No sermons

Another slept on 2017 jam for you today.  This time from the (ever) awesome Kaitlyn Aurelia Smith.

Once again we stalk through New Age worlds, overgrown with time, sprouting mutant forms like a blissful Californian Chernobyl. Once again, this is music for the synths and as ethereal as ever.  But this time, this time a scaffold feels like it’s been removed.  The music is free, the sounds float, as if the scaffold were not to keep them up, but to keep them in.

Like Karin Dreijer Andersson before her, Smith takes an approach to voice modulation that strips the vocals of their anchor in the world.  Separating them both from literal meaning (they’re all but unintelligible) and our own inferred picture of the singer.  No accent, scant intonation, no point on which to hang our judgement on the singer or the song.  This is of course familiar from her previous albums but here, as passages fade in and out, it seems marvellously apt.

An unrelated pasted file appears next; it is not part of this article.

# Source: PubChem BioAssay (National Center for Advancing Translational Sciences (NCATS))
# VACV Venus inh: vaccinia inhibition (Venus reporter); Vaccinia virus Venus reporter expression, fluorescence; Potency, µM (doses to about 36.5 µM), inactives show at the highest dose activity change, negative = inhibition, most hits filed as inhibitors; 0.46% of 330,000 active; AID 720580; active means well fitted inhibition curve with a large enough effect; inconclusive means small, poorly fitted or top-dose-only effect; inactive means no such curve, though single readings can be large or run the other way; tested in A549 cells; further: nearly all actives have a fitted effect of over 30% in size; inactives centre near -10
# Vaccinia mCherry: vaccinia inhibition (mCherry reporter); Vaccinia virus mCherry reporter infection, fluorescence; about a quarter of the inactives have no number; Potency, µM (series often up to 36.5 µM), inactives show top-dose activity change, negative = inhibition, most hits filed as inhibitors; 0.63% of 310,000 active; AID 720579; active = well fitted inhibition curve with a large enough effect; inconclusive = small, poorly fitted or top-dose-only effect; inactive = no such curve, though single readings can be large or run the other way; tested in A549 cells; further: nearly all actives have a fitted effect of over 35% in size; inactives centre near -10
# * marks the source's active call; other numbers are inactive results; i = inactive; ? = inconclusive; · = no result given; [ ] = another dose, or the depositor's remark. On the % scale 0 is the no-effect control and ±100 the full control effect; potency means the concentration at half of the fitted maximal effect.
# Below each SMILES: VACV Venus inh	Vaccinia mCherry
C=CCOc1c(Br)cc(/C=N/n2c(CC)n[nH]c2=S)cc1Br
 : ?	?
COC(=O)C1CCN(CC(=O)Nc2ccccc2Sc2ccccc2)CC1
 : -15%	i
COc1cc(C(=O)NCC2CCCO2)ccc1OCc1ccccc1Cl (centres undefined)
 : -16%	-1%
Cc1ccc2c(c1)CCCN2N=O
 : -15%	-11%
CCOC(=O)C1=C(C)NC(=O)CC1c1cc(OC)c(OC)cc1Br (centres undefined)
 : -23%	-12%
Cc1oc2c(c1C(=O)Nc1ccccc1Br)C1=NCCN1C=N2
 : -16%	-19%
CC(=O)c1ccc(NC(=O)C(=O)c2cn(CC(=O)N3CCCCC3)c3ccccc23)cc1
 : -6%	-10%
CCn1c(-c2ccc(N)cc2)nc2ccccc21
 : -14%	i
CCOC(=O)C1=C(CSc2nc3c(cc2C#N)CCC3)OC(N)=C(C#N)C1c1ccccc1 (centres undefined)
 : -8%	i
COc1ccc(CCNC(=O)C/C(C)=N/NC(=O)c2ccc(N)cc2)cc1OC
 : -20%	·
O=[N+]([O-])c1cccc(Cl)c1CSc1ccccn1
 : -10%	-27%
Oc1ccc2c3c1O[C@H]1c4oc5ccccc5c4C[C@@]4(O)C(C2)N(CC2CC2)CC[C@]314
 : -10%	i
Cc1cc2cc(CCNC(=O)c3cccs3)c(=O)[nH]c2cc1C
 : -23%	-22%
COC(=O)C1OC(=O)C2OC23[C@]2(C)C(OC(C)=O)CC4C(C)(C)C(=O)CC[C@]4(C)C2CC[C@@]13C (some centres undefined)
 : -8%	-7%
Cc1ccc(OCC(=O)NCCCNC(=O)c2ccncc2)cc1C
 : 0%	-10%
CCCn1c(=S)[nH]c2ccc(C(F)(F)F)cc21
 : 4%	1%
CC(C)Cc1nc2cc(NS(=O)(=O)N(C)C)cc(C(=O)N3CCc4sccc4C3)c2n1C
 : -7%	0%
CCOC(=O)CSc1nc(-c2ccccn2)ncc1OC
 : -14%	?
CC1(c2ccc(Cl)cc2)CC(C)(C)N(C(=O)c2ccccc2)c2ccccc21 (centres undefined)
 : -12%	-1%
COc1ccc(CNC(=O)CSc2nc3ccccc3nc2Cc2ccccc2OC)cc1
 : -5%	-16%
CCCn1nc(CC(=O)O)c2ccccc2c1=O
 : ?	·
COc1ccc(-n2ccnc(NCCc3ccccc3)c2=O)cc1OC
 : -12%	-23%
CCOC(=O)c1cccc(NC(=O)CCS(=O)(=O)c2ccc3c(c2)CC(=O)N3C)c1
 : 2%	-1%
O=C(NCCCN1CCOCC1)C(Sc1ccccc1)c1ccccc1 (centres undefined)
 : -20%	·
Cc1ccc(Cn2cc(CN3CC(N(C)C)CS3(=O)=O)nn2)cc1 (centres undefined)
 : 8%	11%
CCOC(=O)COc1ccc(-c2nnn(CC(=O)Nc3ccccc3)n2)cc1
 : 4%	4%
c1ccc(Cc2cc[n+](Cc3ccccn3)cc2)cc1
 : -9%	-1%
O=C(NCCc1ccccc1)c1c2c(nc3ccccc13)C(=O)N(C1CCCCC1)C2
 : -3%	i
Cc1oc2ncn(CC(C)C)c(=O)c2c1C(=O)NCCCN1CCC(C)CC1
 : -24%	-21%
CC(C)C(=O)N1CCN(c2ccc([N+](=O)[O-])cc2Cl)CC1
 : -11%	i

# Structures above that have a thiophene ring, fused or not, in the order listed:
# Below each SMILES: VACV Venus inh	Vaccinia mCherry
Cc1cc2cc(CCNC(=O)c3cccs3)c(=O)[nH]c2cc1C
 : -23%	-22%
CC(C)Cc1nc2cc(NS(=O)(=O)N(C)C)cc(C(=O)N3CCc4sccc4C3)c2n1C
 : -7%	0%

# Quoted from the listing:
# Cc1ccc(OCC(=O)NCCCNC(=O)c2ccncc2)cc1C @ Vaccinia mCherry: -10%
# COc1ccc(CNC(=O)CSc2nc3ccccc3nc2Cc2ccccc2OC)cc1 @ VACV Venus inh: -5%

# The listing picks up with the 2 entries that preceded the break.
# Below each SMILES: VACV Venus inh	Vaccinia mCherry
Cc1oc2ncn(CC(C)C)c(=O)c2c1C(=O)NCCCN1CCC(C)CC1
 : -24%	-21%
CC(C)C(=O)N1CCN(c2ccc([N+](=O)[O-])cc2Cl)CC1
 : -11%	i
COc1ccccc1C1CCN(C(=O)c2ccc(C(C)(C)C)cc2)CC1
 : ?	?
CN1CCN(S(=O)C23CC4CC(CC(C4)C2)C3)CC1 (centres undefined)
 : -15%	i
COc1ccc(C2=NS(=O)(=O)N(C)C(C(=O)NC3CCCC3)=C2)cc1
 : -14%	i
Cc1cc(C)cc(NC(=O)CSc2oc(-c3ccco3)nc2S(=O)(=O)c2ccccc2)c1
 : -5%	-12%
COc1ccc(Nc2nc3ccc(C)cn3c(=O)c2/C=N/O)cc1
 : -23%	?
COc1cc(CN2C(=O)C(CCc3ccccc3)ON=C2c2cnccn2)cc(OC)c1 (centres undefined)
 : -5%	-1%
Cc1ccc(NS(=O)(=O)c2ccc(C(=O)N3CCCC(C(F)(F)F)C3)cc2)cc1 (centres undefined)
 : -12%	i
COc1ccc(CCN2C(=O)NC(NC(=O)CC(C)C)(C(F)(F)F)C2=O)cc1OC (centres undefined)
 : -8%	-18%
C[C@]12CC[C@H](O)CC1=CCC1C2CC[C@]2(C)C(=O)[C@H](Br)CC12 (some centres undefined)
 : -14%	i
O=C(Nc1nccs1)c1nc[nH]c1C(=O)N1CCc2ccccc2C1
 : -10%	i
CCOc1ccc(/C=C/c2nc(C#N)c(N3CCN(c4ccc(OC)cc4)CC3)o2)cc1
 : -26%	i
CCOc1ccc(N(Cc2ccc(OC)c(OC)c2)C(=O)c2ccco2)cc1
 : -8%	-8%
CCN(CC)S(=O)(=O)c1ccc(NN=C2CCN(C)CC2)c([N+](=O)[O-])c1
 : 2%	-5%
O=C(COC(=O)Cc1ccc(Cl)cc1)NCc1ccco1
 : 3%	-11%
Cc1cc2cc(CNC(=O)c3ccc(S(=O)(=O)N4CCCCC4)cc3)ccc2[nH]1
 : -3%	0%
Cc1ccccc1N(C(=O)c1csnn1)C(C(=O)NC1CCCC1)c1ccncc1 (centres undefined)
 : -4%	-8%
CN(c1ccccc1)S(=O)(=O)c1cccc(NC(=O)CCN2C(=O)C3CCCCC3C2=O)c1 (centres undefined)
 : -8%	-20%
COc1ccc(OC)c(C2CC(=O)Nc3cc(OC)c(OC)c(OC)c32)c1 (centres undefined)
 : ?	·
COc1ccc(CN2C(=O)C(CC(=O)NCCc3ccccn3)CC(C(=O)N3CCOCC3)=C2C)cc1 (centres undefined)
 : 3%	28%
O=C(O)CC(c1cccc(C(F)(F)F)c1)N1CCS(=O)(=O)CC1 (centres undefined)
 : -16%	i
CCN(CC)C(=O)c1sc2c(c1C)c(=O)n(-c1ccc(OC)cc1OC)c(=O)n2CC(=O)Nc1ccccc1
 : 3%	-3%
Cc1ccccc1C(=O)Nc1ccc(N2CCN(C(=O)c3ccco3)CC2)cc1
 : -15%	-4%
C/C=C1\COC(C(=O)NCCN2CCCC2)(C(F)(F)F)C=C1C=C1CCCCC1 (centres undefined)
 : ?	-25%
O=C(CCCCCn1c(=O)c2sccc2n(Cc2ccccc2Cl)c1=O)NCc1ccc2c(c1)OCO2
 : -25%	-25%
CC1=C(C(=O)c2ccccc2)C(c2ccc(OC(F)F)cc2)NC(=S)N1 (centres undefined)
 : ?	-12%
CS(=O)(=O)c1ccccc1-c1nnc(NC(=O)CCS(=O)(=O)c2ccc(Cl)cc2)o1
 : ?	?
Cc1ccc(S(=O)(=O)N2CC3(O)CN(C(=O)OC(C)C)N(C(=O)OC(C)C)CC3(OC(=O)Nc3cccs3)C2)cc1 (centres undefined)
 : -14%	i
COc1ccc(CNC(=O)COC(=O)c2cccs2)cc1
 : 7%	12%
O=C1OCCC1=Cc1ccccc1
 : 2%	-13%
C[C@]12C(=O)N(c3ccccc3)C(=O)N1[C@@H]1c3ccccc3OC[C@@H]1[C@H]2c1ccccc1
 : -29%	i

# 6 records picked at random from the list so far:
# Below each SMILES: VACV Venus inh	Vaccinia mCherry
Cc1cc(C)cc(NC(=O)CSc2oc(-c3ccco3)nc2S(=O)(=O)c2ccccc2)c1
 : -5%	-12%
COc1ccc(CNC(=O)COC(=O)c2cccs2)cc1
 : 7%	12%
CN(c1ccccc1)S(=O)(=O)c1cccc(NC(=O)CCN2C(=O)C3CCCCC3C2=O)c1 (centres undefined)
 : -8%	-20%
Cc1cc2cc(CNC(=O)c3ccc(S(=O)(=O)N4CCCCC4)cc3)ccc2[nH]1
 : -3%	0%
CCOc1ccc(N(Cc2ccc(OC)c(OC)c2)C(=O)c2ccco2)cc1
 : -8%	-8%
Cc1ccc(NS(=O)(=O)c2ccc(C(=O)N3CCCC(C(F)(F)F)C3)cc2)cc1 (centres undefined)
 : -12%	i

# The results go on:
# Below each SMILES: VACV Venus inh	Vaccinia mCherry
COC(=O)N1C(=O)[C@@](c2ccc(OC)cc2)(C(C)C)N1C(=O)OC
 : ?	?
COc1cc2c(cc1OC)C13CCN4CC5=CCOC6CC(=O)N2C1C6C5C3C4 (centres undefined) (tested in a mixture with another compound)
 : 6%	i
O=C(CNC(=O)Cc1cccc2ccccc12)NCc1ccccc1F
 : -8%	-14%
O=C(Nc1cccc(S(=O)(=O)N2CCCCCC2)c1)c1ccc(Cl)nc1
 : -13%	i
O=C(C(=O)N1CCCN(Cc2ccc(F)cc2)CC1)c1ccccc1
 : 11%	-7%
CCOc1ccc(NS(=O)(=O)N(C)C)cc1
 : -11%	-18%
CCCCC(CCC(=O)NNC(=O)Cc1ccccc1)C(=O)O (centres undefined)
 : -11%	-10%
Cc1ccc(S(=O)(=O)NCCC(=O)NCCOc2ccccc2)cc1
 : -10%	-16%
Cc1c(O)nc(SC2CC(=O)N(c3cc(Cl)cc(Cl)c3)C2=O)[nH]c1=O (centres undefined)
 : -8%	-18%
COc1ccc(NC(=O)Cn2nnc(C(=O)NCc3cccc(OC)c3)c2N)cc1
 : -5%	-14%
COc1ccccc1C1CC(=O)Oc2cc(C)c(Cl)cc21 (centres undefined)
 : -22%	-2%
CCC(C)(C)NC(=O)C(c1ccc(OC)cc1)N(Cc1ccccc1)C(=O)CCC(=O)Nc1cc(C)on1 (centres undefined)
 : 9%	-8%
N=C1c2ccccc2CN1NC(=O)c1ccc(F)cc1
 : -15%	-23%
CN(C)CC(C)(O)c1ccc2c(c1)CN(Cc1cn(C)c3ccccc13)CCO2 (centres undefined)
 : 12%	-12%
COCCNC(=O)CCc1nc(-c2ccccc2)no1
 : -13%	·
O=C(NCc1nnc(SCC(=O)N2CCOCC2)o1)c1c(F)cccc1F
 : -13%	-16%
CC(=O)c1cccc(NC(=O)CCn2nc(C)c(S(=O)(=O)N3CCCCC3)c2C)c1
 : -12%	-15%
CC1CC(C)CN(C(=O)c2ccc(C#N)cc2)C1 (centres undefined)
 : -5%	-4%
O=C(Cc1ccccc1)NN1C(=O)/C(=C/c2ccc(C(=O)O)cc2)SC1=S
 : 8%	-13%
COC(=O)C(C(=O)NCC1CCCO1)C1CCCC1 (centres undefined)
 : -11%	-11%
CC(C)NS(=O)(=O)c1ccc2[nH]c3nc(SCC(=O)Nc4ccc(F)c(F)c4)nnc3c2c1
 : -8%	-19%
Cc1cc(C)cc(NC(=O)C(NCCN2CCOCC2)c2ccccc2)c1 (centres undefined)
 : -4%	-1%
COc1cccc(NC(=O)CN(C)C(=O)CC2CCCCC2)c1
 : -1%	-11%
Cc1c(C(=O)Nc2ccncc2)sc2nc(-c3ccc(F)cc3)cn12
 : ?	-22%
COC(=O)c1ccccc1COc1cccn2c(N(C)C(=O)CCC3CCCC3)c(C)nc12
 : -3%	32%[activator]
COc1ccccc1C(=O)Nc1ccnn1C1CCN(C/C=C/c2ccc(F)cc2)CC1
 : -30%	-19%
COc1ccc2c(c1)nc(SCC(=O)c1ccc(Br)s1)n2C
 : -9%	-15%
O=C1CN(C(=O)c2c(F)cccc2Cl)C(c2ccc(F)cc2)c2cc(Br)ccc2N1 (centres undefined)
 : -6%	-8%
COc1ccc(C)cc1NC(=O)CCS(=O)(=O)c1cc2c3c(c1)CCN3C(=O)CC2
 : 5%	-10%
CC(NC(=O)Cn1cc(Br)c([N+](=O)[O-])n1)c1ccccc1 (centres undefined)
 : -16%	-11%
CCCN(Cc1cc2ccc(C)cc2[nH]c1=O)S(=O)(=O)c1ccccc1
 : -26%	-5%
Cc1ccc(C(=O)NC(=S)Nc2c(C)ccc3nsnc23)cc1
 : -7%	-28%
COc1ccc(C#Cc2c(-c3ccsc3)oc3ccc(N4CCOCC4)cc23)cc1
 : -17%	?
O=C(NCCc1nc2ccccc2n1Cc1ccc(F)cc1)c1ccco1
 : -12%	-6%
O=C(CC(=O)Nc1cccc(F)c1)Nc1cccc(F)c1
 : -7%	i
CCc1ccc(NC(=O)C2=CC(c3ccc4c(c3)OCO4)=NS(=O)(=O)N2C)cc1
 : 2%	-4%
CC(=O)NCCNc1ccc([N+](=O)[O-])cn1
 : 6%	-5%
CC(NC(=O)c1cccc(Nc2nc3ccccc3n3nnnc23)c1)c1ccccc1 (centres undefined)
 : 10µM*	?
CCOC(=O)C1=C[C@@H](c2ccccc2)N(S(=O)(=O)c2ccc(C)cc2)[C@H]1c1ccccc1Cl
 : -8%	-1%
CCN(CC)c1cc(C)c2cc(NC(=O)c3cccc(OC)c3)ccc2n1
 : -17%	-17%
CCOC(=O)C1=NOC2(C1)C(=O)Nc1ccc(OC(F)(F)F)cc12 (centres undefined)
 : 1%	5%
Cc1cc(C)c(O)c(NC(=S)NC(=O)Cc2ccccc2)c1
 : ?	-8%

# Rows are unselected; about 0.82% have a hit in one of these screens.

Kaitlyn Aurelia Smith – Riparian

Riparian was from the same sessions that produced Smith’s most recent album, EARS.  You can get both of them over on her Bandcamp, right here.


Featuring : Toshifumi Hinata

Let us tell you something about our latest obsession, Toshifumi Hinata:

Toshifumi Hinata is an accomplished piano player who studied classical piano and composition in several US universities. He is a prolific composer of soundtracks for TV series and dramas, and he has been referred to as ‘The Henry Mancini of Japanese Drama music”. According to Google’s knowledge graph thing, he operates in the ‘new age’ genre, and we did in fact first stumble on him in one of our frequent algorithmic explorations of the Japanese ambient/minimal composition labyrinth in YouTube.

He also has some pretty neat glasses.

As it often happens with the Japanese artists we are interested in, there is little information about him in English (here is his website, in Japanese), which only enhances his mystery and makes his music our primary source of information about him. This leads us to assert that Toshifumi Hinata is one of the coolest dudes ever. We hope you will agree after listening to three songs from albums released between 1985 and 1987.